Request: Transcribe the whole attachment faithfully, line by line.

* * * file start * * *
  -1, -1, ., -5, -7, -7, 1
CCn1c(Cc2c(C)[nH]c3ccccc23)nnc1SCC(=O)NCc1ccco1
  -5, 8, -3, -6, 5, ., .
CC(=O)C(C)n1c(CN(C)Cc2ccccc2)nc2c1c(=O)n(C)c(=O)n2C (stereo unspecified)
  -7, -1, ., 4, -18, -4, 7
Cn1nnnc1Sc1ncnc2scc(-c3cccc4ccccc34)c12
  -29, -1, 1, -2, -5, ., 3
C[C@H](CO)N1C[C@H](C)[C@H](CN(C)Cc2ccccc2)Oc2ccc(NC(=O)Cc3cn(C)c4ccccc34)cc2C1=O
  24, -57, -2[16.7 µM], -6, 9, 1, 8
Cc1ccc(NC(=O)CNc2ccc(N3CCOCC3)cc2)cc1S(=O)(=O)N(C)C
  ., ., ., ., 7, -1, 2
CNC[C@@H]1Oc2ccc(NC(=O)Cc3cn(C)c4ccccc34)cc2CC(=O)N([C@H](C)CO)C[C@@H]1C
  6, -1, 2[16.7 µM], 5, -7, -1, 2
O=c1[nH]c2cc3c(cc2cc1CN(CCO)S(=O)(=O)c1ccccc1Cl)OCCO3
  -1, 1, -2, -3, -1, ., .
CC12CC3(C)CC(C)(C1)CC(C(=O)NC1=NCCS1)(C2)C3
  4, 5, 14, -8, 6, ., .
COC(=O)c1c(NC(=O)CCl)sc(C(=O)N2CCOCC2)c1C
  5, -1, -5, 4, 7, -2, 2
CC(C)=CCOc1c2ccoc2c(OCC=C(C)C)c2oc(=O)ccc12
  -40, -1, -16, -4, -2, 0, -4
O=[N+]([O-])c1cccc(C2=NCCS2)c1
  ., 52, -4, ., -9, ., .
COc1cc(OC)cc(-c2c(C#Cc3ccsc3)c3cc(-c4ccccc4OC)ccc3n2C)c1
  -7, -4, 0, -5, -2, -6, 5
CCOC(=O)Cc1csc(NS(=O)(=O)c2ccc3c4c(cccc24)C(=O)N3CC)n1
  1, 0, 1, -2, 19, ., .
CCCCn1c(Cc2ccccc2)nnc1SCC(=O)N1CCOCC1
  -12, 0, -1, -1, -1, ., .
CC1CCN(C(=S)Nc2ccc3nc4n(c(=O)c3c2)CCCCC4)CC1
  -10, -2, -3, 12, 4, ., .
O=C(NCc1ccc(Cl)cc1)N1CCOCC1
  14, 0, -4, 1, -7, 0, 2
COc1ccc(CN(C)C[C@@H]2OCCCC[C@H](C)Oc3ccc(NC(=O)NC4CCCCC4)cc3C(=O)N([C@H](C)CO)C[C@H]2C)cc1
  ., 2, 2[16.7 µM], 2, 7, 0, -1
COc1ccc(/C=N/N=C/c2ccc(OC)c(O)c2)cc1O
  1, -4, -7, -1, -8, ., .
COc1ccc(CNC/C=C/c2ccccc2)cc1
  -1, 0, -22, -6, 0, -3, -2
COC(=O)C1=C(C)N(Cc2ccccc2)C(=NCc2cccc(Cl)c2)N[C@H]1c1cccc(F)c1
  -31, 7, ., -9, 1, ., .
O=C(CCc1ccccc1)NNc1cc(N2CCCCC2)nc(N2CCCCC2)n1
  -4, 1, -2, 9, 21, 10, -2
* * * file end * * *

  -1, -1, ., -5, -7, -7, 1
CCn1c(Cc2c(C)[nH]c3ccccc23)nnc1SCC(=O)NCc1ccco1
  -5, 8, -3, -6, 5, ., .
CC(=O)C(C)n1c(CN(C)Cc2ccccc2)nc2c1c(=O)n(C)c(=O)n2C (stereo unspecified)
  -7, -1, ., 4, -18, -4, 7
Cn1nnnc1Sc1ncnc2scc(-c3cccc4ccccc34)c12
  -29, -1, 1, -2, -5, ., 3
C[C@H](CO)N1C[C@H](C)[C@H](CN(C)Cc2ccccc2)Oc2ccc(NC(=O)Cc3cn(C)c4ccccc34)cc2C1=O
  24, -57, -2[16.7 µM], -6, 9, 1, 8
Cc1ccc(NC(=O)CNc2ccc(N3CCOCC3)cc2)cc1S(=O)(=O)N(C)C
  ., ., ., ., 7, -1, 2
CNC[C@@H]1Oc2ccc(NC(=O)Cc3cn(C)c4ccccc34)cc2CC(=O)N([C@H](C)CO)C[C@@H]1C
  6, -1, 2[16.7 µM], 5, -7, -1, 2
O=c1[nH]c2cc3c(cc2cc1CN(CCO)S(=O)(=O)c1ccccc1Cl)OCCO3
  -1, 1, -2, -3, -1, ., .
CC12CC3(C)CC(C)(C1)CC(C(=O)NC1=NCCS1)(C2)C3
  4, 5, 14, -8, 6, ., .
COC(=O)c1c(NC(=O)CCl)sc(C(=O)N2CCOCC2)c1C
  5, -1, -5, 4, 7, -2, 2
CC(C)=CCOc1c2ccoc2c(OCC=C(C)C)c2oc(=O)ccc12
  -40, -1, -16, -4, -2, 0, -4
O=[N+]([O-])c1cccc(C2=NCCS2)c1
  ., 52, -4, ., -9, ., .
COc1cc(OC)cc(-c2c(C#Cc3ccsc3)c3cc(-c4ccccc4OC)ccc3n2C)c1
  -7, -4, 0, -5, -2, -6, 5
CCOC(=O)Cc1csc(NS(=O)(=O)c2ccc3c4c(cccc24)C(=O)N3CC)n1
  1, 0, 1, -2, 19, ., .
CCCCn1c(Cc2ccccc2)nnc1SCC(=O)N1CCOCC1
  -12, 0, -1, -1, -1, ., .
CC1CCN(C(=S)Nc2ccc3nc4n(c(=O)c3c2)CCCCC4)CC1
  -10, -2, -3, 12, 4, ., .
O=C(NCc1ccc(Cl)cc1)N1CCOCC1
  14, 0, -4, 1, -7, 0, 2
COc1ccc(CN(C)C[C@@H]2OCCCC[C@H](C)Oc3ccc(NC(=O)NC4CCCCC4)cc3C(=O)N([C@H](C)CO)C[C@H]2C)cc1
  ., 2, 2[16.7 µM], 2, 7, 0, -1
COc1ccc(/C=N/N=C/c2ccc(OC)c(O)c2)cc1O
  1, -4, -7, -1, -8, ., .
COc1ccc(CNC/C=C/c2ccccc2)cc1
  -1, 0, -22, -6, 0, -3, -2
COC(=O)C1=C(C)N(Cc2ccccc2)C(=NCc2cccc(Cl)c2)N[C@H]1c1cccc(F)c1
  -31, 7, ., -9, 1, ., .
O=C(CCc1ccccc1)NNc1cc(N2CCCCC2)nc(N2CCCCC2)n1
  -4, 1, -2, 9, 21, 10, -2